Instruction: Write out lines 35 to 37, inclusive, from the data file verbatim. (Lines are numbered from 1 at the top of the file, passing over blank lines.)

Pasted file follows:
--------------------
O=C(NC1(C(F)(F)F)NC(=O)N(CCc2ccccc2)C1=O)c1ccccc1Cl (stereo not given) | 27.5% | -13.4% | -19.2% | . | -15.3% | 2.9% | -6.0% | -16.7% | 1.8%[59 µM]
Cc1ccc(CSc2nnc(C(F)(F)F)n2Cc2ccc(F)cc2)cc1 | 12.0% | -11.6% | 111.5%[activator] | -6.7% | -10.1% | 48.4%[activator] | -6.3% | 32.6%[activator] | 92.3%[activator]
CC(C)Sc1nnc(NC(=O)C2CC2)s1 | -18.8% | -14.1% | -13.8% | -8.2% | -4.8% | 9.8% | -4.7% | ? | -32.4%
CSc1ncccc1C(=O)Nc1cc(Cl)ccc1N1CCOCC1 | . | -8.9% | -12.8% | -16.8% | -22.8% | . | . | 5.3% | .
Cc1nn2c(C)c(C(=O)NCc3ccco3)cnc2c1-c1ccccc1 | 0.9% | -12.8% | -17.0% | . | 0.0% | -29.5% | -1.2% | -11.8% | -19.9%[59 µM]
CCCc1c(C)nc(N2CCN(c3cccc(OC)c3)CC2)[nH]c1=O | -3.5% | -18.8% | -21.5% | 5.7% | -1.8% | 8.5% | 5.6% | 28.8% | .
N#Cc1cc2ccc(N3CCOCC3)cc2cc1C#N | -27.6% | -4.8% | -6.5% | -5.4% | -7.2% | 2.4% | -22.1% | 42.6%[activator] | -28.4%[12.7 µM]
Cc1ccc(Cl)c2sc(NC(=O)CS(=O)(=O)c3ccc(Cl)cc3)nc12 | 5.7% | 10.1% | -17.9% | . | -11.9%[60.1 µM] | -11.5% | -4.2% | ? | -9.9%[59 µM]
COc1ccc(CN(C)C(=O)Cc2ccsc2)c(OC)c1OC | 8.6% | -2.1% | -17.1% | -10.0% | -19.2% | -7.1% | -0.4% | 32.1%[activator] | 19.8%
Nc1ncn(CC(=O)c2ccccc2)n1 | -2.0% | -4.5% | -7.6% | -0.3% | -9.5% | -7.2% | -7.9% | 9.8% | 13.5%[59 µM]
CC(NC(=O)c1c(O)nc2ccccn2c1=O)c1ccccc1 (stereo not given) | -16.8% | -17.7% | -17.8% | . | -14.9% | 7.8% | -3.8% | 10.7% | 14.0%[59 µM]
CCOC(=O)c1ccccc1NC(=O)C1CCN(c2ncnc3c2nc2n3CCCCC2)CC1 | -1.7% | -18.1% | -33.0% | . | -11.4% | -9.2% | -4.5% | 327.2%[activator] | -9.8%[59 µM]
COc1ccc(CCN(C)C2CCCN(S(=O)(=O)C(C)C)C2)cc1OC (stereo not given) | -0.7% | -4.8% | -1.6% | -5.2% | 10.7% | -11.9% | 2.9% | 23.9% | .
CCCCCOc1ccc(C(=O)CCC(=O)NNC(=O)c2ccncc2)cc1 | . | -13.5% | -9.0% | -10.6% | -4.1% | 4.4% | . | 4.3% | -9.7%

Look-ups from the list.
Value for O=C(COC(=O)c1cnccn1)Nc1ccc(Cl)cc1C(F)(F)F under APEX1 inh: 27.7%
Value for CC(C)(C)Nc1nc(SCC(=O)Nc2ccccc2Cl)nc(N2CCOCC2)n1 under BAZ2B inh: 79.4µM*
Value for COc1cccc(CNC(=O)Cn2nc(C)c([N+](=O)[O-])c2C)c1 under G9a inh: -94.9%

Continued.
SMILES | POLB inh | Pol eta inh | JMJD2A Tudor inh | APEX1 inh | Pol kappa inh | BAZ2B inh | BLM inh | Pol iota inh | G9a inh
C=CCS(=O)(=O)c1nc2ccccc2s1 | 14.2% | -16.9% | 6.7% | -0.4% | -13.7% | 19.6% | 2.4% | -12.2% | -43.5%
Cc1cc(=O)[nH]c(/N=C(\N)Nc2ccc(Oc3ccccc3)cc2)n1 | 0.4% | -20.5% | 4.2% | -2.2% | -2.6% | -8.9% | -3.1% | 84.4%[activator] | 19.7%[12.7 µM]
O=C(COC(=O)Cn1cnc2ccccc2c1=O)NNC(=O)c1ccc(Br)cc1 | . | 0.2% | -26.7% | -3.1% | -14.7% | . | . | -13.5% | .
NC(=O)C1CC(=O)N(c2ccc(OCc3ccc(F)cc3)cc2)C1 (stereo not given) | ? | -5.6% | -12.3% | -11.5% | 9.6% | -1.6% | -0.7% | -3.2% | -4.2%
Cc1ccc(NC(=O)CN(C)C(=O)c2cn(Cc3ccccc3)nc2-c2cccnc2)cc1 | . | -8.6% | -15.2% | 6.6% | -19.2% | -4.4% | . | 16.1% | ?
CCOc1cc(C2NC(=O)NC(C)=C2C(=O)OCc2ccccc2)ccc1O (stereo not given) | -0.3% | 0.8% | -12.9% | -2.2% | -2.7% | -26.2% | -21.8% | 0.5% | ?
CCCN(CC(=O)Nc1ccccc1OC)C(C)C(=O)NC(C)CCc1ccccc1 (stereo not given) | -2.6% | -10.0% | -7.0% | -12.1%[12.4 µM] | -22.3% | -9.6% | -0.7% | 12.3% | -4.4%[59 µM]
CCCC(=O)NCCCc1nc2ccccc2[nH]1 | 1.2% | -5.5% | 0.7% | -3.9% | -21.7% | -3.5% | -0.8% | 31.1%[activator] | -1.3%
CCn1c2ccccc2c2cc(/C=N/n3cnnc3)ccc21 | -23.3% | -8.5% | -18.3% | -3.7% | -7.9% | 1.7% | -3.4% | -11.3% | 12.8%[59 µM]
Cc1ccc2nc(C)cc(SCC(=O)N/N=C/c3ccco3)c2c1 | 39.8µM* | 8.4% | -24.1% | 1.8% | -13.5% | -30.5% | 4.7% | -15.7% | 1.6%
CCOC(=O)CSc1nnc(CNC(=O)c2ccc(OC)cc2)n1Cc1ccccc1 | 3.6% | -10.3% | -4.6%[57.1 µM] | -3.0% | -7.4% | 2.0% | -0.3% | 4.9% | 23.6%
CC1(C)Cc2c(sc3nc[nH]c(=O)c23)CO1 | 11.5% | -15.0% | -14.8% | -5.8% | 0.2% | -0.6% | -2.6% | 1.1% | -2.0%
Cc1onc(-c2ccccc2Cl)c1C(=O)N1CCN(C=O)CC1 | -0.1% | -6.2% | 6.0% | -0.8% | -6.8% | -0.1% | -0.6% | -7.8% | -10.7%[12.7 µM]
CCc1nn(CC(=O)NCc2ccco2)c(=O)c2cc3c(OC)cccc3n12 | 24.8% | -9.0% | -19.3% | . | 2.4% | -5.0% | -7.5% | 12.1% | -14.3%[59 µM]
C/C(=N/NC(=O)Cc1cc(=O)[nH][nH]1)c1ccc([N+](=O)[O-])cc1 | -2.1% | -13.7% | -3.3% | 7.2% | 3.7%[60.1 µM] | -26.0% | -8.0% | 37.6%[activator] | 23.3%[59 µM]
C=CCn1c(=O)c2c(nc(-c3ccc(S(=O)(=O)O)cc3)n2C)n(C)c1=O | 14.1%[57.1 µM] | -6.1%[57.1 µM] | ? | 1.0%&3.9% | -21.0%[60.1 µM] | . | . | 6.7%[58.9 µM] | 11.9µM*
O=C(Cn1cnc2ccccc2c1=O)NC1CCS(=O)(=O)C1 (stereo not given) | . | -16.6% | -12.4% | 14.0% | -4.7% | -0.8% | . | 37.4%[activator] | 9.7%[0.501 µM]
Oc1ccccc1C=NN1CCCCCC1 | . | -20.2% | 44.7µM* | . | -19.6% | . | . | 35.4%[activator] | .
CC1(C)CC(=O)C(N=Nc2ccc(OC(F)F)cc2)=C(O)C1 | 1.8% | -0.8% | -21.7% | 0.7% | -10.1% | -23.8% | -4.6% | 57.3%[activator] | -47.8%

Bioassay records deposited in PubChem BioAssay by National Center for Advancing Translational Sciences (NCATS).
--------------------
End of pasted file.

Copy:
C/C(=N/NC(=O)Cc1cc(=O)[nH][nH]1)c1ccc([N+](=O)[O-])cc1 | -2.1% | -13.7% | -3.3% | 7.2% | 3.7%[60.1 µM] | -26.0% | -8.0% | 37.6%[activator] | 23.3%[59 µM]
C=CCn1c(=O)c2c(nc(-c3ccc(S(=O)(=O)O)cc3)n2C)n(C)c1=O | 14.1%[57.1 µM] | -6.1%[57.1 µM] | ? | 1.0%&3.9% | -21.0%[60.1 µM] | . | . | 6.7%[58.9 µM] | 11.9µM*
O=C(Cn1cnc2ccccc2c1=O)NC1CCS(=O)(=O)C1 (stereo not given) | . | -16.6% | -12.4% | 14.0% | -4.7% | -0.8% | . | 37.4%[activator] | 9.7%[0.501 µM]